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COVID-19 Cytokine Storm, Co-Infections, and Secondary Infections: Recent Information and Clinical Implications

COVID-19 Cytokine Storm, Co-Infections, and Secondary Infections: Recent Information and Clinical Implications

Ahmad Shahzaib1*, Tabish Raza2 and Aisha Areej2

1Department of Physiology, University of Veterinary and Animal Sciences, Lahore, 54000, Pakistan; 2Department of Physiology, Faculty of Life Sciences, Government College University, Faisalabad, Pakistan.

 
*Correspondence | Ahmad Shahzaib, Department of Physiology, University of Veterinary and Animal Sciences, Lahore, 54000, Pakistan; Email: Ahmadshahzib683@gmail.com

ABSTRACT

Severe acute respiratory syndrome coronavirus 2 (SARS-CoV-2) is a novel respiratory infection that has caused the most recent epidemic of coronavirus disease 2019 (COVID-19). Although COVID-19 has a wide range of clinical manifestations, affecting many vital organs, the virus enters via the respiratory system, and the lungs are the leading site of the infection. The virus spreads primarily by respiratory droplets generated by coughing, sneezing, spitting, talking, singing, or breathing of infected people. COVID-19 infection has been linked to an intense cytokine storm (CS) and the immune-inflammatory mechanism that exacerbates disease symptoms and complications. Up to 20% of the infected people need hospitalization on account of the severity of the infection, while the rest of the patients are asymptomatic or have minor symptoms. In addition, many COVID-19 patients have co-infection or secondary infection, which exacerbate the disease. In general, it is believed that viral infections predispose patients to superinfections that have much worse consequences than the infection alone. Notably, the latest reports of high mucormycosis mortality and disease severity in India raise global concerns. Several studies have been reported that describe different levels of superinfections and disease severity in COVID-19 patients. Perhaps, there is just not enough data to distinguish between the worst outcomes of COVID-19 alone and coinfections, particularly when it comes to CS. Current clinical use of immunosuppressive therapies, including cytokine blockade, JAK, and IL-6 inhibition in severely ill COVID-19 patients, is associated with increased secondary infections. Therefore, the current review aims to collect literature on the incidence of COVID-19 co-infections and immune-inflammatory responses to such infections. A better understanding of immune-inflammatory markers of COVID-19-associated coinfections is vital to advance COVID-19 treatment and management protocols.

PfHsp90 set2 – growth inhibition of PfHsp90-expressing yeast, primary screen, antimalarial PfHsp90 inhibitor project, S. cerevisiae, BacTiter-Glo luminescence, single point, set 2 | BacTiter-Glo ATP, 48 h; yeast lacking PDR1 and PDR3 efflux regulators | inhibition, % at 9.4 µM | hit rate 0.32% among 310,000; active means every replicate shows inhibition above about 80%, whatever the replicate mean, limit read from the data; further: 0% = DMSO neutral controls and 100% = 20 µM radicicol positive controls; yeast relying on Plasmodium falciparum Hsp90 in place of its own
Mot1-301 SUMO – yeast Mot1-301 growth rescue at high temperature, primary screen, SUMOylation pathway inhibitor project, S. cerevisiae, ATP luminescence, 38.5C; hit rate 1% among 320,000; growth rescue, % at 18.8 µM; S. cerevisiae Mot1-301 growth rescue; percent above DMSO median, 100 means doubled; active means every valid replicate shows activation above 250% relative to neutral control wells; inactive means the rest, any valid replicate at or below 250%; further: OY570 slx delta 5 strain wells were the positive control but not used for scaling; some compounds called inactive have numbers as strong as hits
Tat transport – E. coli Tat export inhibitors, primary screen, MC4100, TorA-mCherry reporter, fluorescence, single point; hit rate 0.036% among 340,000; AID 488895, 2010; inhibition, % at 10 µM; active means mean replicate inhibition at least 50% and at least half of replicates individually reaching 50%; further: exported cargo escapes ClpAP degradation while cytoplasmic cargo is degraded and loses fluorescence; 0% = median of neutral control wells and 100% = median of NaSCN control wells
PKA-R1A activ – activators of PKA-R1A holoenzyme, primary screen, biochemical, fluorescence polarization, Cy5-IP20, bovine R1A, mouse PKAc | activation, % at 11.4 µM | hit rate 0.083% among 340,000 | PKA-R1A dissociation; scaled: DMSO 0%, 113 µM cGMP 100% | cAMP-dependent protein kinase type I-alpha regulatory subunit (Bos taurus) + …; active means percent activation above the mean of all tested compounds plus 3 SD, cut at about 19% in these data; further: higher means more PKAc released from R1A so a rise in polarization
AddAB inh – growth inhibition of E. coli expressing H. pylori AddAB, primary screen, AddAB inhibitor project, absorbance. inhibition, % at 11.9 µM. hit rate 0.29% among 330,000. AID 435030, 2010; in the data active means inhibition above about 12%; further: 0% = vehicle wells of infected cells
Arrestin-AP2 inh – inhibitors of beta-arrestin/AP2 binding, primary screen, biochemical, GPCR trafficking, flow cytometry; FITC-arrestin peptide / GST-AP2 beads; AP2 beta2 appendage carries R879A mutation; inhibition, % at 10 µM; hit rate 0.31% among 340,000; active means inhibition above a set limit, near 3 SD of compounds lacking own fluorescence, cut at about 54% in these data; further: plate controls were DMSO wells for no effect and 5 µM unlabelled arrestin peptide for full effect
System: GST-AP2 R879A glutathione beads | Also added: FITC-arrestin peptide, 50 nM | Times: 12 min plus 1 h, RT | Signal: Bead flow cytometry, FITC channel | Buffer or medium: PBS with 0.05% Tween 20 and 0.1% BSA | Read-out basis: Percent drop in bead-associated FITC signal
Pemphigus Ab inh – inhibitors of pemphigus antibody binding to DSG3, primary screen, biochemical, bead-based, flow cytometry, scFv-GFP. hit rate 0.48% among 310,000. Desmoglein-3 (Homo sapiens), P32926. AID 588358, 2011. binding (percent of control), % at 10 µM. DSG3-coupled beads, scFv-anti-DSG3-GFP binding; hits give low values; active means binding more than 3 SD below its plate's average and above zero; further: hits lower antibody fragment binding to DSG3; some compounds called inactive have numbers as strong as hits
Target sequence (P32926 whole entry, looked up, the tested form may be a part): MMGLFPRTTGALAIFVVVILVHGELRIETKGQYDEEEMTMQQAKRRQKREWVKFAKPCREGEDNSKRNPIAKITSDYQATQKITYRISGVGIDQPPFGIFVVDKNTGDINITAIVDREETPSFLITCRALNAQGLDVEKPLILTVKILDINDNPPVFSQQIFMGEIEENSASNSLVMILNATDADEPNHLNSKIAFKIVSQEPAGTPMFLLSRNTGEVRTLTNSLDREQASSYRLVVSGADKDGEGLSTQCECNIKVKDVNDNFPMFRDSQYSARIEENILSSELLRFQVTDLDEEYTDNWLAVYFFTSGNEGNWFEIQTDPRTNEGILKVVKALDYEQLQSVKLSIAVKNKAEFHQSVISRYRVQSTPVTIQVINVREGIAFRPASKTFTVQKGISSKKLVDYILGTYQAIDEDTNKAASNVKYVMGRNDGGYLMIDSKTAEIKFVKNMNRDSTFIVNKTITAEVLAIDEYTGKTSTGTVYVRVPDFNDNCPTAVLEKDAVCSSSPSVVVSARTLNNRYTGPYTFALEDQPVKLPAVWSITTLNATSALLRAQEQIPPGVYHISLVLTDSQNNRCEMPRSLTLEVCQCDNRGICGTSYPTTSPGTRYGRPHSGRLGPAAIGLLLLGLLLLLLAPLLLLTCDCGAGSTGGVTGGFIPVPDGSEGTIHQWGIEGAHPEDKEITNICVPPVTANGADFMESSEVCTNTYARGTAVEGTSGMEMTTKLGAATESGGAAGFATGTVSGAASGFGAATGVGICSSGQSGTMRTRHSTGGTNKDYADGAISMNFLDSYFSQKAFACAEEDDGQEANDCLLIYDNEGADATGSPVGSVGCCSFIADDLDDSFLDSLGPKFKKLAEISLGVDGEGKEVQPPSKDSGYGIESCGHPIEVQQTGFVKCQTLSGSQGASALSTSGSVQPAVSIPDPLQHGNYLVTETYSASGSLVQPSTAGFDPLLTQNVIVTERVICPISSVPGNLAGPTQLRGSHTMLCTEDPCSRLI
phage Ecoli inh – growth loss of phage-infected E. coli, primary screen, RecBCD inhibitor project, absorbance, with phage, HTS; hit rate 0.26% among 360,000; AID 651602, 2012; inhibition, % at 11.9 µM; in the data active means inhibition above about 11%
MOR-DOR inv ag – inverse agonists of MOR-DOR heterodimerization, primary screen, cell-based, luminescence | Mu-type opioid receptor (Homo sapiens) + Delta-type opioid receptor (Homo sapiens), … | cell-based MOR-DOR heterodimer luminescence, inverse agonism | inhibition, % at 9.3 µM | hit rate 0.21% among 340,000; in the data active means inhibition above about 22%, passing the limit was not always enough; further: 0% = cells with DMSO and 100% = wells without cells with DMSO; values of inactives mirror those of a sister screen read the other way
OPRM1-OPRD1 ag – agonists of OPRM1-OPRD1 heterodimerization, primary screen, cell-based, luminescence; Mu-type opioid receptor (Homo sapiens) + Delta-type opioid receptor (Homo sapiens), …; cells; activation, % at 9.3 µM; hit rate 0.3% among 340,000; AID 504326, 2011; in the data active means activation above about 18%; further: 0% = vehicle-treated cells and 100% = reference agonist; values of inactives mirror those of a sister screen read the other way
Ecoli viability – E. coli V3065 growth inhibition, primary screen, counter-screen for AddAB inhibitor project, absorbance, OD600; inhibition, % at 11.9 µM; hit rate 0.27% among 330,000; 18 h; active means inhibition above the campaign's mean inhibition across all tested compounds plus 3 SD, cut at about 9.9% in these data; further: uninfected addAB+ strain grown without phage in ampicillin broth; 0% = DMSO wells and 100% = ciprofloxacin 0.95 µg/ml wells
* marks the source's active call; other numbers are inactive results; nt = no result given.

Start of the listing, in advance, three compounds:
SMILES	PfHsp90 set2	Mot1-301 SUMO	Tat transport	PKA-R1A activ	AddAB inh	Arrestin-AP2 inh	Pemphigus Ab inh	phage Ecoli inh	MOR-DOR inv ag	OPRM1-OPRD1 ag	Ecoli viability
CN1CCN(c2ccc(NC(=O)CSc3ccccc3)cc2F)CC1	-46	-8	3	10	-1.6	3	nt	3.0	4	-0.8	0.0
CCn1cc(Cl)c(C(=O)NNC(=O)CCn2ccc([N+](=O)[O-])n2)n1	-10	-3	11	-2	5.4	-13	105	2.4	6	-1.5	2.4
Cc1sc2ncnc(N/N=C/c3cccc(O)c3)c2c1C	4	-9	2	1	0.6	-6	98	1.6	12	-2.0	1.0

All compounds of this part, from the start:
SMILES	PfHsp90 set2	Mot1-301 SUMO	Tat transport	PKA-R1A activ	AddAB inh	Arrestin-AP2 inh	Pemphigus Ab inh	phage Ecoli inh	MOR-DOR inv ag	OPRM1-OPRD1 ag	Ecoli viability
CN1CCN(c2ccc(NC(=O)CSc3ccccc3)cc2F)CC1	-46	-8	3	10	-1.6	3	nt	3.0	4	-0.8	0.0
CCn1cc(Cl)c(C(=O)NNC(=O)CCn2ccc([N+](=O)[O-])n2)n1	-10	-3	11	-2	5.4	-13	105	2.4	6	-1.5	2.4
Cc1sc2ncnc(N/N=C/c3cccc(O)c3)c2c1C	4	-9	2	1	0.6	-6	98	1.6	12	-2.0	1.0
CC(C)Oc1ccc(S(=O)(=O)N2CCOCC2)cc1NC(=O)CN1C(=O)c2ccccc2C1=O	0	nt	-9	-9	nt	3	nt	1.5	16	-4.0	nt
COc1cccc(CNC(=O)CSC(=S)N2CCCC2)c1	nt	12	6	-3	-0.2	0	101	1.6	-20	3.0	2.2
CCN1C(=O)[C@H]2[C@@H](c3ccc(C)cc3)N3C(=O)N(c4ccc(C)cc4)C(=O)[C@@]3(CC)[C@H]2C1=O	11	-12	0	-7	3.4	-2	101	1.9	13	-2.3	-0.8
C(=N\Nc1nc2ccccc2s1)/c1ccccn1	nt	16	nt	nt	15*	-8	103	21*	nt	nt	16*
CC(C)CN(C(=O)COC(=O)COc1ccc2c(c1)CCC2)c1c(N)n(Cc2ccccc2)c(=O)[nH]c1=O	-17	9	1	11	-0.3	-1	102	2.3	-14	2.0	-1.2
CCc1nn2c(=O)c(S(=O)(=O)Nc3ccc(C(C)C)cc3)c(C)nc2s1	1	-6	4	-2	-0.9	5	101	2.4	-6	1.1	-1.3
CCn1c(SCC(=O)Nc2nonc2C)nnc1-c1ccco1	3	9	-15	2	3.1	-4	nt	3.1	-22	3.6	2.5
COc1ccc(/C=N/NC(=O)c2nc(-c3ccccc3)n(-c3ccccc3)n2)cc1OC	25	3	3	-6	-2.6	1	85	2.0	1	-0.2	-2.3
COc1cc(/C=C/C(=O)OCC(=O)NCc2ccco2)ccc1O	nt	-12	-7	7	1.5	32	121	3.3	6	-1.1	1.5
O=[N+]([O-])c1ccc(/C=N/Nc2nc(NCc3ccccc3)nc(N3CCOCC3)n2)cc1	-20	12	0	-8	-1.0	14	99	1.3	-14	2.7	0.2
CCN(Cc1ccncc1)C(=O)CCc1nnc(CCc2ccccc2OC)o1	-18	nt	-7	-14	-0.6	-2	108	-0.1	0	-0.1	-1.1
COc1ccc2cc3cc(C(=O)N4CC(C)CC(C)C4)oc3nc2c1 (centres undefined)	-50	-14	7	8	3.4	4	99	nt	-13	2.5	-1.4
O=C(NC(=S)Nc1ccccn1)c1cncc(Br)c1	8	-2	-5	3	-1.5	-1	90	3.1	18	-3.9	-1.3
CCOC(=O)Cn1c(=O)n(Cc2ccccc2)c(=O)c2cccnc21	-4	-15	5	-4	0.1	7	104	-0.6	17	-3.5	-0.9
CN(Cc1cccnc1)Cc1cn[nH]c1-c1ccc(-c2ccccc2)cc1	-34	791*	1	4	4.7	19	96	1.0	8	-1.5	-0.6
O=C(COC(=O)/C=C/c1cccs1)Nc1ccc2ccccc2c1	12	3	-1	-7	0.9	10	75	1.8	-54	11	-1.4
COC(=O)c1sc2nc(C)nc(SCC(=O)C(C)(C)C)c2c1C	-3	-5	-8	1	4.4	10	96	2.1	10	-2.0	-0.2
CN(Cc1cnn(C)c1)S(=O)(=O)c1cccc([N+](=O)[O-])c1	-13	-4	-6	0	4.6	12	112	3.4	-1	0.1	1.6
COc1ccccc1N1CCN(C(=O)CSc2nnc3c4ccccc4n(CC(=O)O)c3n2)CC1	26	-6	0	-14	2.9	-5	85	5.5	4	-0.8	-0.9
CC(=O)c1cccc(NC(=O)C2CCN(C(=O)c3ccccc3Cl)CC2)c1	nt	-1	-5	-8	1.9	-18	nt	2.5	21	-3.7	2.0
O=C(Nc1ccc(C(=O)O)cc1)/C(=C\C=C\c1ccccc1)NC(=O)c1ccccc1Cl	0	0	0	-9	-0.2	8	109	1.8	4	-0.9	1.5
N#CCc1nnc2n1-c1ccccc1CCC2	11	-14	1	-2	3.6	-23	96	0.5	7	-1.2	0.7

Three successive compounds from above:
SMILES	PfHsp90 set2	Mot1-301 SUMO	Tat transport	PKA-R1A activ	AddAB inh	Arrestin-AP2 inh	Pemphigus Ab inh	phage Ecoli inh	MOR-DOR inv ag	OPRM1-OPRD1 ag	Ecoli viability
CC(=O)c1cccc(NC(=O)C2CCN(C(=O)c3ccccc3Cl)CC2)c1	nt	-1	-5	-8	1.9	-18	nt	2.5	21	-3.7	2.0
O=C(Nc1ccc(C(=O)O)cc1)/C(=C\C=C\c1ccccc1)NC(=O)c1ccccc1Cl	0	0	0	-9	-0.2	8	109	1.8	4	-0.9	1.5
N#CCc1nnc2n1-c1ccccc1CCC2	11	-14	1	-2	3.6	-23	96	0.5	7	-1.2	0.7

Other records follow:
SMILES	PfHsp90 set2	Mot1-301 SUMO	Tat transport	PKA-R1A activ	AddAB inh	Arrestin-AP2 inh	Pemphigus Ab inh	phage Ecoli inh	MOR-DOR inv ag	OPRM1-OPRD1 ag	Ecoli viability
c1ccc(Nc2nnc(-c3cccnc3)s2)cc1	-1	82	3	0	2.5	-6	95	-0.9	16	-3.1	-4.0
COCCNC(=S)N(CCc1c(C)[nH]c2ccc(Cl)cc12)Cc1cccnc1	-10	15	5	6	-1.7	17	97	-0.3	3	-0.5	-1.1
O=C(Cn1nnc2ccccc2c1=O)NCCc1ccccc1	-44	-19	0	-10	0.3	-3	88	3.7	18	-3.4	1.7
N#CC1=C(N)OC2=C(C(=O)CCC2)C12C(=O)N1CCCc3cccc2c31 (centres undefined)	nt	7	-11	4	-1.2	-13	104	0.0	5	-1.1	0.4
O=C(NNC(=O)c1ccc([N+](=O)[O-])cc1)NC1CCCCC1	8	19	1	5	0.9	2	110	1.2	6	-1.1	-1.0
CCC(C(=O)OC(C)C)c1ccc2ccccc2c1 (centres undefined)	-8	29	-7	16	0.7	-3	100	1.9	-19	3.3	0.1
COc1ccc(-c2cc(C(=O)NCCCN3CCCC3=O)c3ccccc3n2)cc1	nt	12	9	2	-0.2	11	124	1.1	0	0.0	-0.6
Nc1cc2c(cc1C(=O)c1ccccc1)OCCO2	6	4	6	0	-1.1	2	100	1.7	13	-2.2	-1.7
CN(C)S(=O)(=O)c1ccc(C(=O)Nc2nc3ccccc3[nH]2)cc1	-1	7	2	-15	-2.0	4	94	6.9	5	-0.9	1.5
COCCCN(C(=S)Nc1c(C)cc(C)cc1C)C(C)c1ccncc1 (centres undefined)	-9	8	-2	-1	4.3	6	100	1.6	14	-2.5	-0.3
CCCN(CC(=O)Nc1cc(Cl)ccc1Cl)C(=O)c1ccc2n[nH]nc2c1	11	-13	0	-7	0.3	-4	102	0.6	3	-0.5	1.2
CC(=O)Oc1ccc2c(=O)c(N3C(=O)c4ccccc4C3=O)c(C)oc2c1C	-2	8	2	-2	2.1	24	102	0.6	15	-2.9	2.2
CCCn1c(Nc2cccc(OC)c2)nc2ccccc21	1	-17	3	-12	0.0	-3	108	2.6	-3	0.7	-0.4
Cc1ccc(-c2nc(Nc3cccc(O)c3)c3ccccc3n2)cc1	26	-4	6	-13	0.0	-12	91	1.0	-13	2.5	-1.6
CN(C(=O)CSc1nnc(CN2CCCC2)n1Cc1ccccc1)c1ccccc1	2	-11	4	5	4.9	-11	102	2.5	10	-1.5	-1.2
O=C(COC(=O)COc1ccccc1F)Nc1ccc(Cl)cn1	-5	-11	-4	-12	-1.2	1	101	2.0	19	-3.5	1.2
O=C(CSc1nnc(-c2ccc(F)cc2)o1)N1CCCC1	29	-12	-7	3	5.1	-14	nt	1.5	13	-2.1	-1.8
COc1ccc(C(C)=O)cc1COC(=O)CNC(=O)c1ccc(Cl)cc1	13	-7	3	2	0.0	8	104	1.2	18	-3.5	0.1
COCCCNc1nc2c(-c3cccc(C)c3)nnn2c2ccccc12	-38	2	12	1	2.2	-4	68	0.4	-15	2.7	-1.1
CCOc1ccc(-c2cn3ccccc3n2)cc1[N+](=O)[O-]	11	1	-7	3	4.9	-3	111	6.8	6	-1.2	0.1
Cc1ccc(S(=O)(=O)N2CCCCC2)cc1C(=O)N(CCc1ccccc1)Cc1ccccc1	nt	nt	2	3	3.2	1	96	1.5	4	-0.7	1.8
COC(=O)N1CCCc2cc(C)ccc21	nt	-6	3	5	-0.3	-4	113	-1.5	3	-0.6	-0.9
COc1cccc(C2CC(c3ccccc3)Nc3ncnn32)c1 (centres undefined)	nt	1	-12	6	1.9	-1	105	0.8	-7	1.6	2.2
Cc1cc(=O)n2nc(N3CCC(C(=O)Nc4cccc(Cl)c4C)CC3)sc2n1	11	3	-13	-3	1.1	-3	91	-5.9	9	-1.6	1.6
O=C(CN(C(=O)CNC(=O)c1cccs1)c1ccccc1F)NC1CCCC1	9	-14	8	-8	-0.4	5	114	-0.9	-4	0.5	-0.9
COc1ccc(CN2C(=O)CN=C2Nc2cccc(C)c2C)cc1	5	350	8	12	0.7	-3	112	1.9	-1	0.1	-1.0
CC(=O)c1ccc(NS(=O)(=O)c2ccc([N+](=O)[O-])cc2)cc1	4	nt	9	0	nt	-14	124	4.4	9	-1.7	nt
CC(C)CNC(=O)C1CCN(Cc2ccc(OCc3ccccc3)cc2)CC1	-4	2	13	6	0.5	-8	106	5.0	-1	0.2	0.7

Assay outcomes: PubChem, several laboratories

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Pakistan Journal of Zoology

February

Pakistan J. Zool., Vol. 56, Iss. 1, pp. 01-501

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